The Veterans Employment Through Technology Education Courses (VET TEC) program was launched in 2019 as a five-year pilot program. Originally planned as a $15 million effort, lawmakers added an additional $110 million to the program in recent years because of increased demand.
The program is open to veterans with some GI Bill eligibility left who are looking for additional training in high-tech fields like computer programming and information science. Over the last three years, Veterans Affairs officials have said nearly 7,000 veterans have enrolled in the program, with about two-thirds finding jobs after completion.
But a new Government Accountability Office study released this week found that those employment outcomes are unclear, since VA uses different methods to calculate employment than other federal standards. By that measure, only about 46% of participants have found jobs afterwards.
“As a result, VA lacks sufficient information to compare VET TEC to other programs or to assess the effectiveness of the program at getting veterans into jobs,” the report states.
GAO officials have lamented shortcomings in the department’s VET TEC data collection in the past, including a similar report last spring.
The report this week says those issues need to be resolved quickly to determine whether Congress and VA should push to make the pilot program permanent. The five-year timeline for VET TEC is set to expire in 2024.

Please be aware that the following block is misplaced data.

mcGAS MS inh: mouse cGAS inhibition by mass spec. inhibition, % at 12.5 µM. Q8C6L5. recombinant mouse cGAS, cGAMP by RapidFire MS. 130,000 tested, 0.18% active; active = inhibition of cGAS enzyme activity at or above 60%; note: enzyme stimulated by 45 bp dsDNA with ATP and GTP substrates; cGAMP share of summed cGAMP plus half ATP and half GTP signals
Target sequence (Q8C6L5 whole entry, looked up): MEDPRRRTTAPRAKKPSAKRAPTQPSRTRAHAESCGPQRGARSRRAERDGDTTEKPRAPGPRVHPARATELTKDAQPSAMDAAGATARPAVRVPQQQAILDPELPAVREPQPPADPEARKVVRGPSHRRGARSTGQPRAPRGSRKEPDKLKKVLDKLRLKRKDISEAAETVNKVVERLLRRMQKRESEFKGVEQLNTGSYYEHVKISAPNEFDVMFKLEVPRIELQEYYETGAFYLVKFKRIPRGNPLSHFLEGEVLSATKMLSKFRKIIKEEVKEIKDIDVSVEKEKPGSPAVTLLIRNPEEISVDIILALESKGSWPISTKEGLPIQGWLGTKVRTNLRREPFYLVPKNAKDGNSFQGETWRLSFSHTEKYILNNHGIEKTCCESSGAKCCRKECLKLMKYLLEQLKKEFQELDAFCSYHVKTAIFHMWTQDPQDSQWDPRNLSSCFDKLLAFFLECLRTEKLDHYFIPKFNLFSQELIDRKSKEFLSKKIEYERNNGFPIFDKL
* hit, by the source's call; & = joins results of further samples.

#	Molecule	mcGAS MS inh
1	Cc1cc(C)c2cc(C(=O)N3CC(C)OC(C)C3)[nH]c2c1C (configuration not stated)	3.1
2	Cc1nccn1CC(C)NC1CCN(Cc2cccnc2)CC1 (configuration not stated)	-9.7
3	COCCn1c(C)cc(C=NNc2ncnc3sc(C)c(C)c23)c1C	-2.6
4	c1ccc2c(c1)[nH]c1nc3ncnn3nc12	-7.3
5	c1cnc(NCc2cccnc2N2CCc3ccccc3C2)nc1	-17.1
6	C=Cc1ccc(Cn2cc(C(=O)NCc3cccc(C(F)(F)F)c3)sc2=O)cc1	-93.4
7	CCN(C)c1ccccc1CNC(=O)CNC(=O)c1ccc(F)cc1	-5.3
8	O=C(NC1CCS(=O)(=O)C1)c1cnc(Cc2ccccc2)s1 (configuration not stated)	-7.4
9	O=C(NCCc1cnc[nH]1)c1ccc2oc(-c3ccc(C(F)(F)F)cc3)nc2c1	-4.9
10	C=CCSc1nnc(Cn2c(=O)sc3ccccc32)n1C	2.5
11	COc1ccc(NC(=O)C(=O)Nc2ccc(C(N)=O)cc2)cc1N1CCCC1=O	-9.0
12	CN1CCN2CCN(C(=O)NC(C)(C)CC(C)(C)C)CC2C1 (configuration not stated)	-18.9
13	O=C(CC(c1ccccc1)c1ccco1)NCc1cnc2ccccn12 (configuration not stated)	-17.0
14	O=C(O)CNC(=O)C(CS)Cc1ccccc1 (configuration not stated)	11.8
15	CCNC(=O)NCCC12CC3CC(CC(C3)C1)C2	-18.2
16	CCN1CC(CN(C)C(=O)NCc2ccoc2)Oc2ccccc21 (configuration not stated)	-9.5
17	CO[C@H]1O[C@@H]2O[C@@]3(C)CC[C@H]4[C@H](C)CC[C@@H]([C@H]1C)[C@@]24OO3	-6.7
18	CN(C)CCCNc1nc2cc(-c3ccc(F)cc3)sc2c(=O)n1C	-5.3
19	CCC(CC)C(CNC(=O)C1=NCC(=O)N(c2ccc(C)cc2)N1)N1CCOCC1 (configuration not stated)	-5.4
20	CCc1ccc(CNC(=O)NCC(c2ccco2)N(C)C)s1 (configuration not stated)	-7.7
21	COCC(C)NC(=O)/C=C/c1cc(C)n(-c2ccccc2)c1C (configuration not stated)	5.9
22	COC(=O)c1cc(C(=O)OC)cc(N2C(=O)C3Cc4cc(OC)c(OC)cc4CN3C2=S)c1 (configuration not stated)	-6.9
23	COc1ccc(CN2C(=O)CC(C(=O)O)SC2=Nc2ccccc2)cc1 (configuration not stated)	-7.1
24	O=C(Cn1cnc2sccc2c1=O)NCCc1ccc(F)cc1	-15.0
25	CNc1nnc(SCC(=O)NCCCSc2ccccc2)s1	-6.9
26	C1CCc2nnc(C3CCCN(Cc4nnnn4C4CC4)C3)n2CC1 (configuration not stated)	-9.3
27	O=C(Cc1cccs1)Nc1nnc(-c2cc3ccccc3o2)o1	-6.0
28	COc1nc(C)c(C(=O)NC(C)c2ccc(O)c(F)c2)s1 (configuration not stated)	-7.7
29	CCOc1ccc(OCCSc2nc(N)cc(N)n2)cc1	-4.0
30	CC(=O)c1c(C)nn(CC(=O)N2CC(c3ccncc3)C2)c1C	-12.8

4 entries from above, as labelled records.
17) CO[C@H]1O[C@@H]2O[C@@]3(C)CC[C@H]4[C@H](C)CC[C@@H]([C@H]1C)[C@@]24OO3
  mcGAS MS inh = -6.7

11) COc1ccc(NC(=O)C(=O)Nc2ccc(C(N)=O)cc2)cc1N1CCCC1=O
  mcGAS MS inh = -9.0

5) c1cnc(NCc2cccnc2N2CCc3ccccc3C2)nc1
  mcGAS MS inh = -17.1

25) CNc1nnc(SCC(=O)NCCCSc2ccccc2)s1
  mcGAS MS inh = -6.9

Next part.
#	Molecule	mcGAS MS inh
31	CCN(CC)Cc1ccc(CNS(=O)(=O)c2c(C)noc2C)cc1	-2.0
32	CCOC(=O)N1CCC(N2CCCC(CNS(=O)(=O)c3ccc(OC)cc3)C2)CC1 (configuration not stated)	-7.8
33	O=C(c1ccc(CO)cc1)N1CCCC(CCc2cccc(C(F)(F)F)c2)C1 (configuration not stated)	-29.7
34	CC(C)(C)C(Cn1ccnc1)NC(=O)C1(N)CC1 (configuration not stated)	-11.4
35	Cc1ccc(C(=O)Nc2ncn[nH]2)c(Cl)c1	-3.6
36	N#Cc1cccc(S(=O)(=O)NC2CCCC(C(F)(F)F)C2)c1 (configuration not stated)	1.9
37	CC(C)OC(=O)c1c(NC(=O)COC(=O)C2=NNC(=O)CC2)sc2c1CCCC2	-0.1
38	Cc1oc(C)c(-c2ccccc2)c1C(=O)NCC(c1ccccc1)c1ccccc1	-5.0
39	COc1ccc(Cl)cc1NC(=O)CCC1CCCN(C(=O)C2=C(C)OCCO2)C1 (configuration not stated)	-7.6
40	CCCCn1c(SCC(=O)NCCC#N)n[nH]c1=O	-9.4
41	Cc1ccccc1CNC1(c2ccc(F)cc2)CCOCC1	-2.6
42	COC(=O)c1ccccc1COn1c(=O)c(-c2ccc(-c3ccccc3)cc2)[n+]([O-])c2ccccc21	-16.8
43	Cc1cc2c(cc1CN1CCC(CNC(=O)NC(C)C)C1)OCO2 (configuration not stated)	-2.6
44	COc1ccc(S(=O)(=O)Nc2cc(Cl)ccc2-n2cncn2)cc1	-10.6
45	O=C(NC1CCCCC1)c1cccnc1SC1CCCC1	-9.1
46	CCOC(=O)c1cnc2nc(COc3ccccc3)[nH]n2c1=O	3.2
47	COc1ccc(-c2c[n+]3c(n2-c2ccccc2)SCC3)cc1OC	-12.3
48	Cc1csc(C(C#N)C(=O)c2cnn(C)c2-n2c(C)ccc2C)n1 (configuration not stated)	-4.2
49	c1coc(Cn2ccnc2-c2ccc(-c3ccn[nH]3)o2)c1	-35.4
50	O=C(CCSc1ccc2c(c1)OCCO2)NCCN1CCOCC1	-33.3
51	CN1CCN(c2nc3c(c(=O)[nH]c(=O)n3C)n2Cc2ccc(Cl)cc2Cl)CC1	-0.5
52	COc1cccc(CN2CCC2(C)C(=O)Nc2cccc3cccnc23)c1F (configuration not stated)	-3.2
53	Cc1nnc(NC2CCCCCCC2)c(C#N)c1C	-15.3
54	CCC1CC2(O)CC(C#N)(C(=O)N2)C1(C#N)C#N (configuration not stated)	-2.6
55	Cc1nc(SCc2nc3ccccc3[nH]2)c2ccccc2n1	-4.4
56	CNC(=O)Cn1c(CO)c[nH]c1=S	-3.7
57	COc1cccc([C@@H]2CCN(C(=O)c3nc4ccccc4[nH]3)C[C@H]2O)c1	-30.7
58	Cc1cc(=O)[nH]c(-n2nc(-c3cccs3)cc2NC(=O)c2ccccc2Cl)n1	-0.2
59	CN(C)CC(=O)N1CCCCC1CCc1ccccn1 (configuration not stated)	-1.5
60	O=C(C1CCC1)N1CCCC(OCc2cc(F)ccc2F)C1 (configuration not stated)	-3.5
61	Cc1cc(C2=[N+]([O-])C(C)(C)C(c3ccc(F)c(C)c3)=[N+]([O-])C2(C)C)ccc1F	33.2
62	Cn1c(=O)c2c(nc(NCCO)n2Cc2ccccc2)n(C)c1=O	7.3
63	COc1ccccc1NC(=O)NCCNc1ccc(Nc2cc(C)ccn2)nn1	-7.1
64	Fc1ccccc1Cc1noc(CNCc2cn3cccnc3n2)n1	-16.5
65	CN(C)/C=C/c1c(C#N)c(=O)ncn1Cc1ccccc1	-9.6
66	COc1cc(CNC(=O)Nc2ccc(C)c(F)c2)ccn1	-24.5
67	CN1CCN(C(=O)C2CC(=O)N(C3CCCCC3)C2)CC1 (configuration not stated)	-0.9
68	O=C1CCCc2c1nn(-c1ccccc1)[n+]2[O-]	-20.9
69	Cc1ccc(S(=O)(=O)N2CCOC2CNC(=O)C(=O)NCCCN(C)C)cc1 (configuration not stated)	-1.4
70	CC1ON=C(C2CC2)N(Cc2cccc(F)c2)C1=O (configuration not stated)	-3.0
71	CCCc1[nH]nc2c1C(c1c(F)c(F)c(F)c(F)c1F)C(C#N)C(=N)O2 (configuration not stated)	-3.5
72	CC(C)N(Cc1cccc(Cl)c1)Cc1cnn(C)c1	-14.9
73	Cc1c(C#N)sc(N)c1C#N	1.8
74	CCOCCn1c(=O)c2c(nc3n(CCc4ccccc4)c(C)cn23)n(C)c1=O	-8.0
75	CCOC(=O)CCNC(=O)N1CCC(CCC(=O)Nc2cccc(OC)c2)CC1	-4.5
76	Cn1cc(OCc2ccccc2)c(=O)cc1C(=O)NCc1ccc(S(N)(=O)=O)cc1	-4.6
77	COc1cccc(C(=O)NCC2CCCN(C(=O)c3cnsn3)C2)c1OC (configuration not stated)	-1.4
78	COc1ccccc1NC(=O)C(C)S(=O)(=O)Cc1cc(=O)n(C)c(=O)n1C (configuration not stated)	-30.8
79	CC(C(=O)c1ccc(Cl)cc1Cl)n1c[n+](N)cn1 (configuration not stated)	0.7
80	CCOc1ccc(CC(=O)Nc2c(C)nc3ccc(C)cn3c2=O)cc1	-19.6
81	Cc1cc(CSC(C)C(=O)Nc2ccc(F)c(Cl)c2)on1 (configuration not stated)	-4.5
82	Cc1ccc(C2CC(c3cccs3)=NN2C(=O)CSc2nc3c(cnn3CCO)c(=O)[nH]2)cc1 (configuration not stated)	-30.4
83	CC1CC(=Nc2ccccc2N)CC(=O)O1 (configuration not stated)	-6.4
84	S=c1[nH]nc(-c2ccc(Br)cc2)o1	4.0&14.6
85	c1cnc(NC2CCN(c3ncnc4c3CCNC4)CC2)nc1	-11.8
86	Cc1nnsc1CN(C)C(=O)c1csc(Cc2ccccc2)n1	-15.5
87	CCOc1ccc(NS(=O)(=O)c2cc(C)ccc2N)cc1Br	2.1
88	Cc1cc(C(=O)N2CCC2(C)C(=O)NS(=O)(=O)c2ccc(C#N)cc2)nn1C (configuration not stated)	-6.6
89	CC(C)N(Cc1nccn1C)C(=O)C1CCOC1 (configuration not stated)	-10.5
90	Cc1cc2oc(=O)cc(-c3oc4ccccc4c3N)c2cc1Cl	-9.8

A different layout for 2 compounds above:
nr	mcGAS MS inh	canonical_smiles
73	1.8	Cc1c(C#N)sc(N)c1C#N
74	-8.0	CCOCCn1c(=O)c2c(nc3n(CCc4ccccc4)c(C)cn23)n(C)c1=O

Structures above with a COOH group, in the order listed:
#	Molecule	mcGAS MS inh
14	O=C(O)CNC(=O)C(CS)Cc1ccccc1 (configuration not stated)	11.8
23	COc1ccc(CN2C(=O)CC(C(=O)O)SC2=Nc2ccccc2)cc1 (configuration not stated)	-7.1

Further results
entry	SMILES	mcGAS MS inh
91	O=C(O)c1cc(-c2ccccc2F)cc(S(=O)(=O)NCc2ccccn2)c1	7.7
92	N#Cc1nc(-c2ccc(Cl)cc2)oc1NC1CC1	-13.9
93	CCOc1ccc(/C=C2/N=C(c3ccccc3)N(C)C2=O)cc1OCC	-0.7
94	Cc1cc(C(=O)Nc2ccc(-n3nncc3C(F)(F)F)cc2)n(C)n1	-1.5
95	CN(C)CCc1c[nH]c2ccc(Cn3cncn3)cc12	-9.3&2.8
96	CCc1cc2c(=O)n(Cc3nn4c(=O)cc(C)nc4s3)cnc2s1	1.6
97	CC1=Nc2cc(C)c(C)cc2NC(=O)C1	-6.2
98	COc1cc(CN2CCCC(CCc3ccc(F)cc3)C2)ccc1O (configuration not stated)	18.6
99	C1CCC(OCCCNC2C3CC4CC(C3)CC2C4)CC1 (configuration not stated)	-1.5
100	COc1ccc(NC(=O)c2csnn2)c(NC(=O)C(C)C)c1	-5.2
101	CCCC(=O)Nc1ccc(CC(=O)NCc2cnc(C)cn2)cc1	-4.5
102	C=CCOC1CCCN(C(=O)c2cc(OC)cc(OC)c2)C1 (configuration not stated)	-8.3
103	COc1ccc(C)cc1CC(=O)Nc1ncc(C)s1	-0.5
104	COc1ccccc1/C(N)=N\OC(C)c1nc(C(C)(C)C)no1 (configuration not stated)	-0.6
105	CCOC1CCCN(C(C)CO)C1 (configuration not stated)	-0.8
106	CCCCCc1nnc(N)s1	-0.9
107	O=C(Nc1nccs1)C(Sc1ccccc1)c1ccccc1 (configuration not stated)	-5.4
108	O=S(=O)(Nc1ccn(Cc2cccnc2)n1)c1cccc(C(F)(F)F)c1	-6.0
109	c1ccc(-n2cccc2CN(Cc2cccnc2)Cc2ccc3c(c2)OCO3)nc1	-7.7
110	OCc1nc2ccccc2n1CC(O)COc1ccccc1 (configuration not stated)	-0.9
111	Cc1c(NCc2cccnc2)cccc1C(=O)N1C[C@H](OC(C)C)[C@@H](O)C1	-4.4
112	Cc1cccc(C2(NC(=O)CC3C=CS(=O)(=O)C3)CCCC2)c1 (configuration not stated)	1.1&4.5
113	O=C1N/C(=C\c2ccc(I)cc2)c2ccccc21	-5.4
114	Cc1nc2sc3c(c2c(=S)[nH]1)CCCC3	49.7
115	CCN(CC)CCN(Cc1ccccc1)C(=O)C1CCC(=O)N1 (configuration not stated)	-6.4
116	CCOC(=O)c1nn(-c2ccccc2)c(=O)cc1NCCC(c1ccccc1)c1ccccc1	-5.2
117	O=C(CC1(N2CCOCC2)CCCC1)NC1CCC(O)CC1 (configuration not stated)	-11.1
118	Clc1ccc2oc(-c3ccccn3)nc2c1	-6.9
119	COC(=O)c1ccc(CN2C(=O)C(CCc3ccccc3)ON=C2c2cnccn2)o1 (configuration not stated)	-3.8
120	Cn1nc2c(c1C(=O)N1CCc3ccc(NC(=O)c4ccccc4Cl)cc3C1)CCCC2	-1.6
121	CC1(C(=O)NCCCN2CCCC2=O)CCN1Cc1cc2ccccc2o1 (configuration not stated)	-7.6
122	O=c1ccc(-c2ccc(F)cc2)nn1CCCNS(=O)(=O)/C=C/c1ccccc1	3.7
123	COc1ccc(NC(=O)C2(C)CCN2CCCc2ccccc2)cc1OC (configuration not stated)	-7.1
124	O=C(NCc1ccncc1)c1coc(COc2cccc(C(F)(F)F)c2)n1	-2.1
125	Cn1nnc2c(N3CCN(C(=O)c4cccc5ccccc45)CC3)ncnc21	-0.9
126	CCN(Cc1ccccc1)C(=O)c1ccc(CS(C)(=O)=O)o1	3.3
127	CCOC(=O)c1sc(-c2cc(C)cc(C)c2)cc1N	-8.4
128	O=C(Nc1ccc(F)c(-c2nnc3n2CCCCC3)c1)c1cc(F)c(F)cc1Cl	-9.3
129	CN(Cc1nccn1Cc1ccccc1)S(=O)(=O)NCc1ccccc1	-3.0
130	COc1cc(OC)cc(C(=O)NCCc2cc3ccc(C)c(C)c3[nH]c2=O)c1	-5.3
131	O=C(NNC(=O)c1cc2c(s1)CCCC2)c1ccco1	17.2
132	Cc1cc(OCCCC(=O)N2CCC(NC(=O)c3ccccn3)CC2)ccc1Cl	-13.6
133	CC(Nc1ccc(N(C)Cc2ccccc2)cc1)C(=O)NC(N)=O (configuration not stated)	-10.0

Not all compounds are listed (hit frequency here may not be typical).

The GAO findings note multiple positive aspects of the program, including a high completion rate (less than 17% of enrollees have failed to complete their work) and high diversity rates among participants (63% were from non-white minority groups, and 84% had a service-connected disability).
But without better data on veterans employment rates, “assessing and evaluating VET TEC by the end of the pilot will likely be difficult for VA,” the report said.
In response to the GAO report, VA officials said they agree in principle with the report’s goals but are evaluating the best path forward on changes. They expect to release their own findings on program outcomes by the end of December.
Meanwhile, numerous lawmakers have already begun pushing to make the program permanent, even as some of those outcome questions remain unclear. VA officials in the past have said they would be supportive of the idea, given the results they have seen so far.
Leo covers Congress, Veterans Affairs and the White House for Military Times. He has covered Washington, D.C. since 2004, focusing on military personnel and veterans policies. His work has earned numerous honors, including a 2009 Polk award, a 2010 National Headliner Award, the IAVA Leadership in Journalism award and the VFW News Media award.